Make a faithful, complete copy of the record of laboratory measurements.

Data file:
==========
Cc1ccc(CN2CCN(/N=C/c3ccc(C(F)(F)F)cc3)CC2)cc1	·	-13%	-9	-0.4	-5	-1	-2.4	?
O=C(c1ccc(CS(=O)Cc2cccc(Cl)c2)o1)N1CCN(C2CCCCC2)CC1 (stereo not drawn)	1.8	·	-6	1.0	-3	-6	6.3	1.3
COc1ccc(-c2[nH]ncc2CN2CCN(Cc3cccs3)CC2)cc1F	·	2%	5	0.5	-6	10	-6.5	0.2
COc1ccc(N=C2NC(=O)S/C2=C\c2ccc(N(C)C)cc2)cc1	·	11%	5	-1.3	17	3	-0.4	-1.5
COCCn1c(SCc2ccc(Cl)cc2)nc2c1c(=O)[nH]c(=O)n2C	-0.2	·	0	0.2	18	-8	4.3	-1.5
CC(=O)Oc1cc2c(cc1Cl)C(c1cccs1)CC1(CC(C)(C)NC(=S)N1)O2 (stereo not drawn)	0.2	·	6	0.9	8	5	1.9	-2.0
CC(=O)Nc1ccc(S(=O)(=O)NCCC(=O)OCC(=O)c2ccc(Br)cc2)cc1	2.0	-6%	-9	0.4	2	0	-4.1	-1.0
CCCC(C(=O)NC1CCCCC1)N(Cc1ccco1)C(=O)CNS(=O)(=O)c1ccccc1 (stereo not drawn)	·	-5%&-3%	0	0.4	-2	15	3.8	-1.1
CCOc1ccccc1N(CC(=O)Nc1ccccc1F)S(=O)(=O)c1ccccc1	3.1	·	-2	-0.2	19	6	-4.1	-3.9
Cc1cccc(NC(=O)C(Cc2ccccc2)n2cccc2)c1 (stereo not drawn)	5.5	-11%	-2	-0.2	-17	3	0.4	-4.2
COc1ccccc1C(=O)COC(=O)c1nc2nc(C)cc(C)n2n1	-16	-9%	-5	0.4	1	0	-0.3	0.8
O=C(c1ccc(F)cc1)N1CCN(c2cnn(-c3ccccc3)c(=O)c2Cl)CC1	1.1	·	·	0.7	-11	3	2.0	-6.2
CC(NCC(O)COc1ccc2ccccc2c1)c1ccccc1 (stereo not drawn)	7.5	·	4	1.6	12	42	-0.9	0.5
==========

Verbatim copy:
Cc1ccc(CN2CCN(/N=C/c3ccc(C(F)(F)F)cc3)CC2)cc1	·	-13%	-9	-0.4	-5	-1	-2.4	?
O=C(c1ccc(CS(=O)Cc2cccc(Cl)c2)o1)N1CCN(C2CCCCC2)CC1 (stereo not drawn)	1.8	·	-6	1.0	-3	-6	6.3	1.3
COc1ccc(-c2[nH]ncc2CN2CCN(Cc3cccs3)CC2)cc1F	·	2%	5	0.5	-6	10	-6.5	0.2
COc1ccc(N=C2NC(=O)S/C2=C\c2ccc(N(C)C)cc2)cc1	·	11%	5	-1.3	17	3	-0.4	-1.5
COCCn1c(SCc2ccc(Cl)cc2)nc2c1c(=O)[nH]c(=O)n2C	-0.2	·	0	0.2	18	-8	4.3	-1.5
CC(=O)Oc1cc2c(cc1Cl)C(c1cccs1)CC1(CC(C)(C)NC(=S)N1)O2 (stereo not drawn)	0.2	·	6	0.9	8	5	1.9	-2.0
CC(=O)Nc1ccc(S(=O)(=O)NCCC(=O)OCC(=O)c2ccc(Br)cc2)cc1	2.0	-6%	-9	0.4	2	0	-4.1	-1.0
CCCC(C(=O)NC1CCCCC1)N(Cc1ccco1)C(=O)CNS(=O)(=O)c1ccccc1 (stereo not drawn)	·	-5%&-3%	0	0.4	-2	15	3.8	-1.1
CCOc1ccccc1N(CC(=O)Nc1ccccc1F)S(=O)(=O)c1ccccc1	3.1	·	-2	-0.2	19	6	-4.1	-3.9
Cc1cccc(NC(=O)C(Cc2ccccc2)n2cccc2)c1 (stereo not drawn)	5.5	-11%	-2	-0.2	-17	3	0.4	-4.2
COc1ccccc1C(=O)COC(=O)c1nc2nc(C)cc(C)n2n1	-16	-9%	-5	0.4	1	0	-0.3	0.8
O=C(c1ccc(F)cc1)N1CCN(c2cnn(-c3ccccc3)c(=O)c2Cl)CC1	1.1	·	·	0.7	-11	3	2.0	-6.2
CC(NCC(O)COc1ccc2ccccc2c1)c1ccccc1 (stereo not drawn)	7.5	·	4	1.6	12	42	-0.9	0.5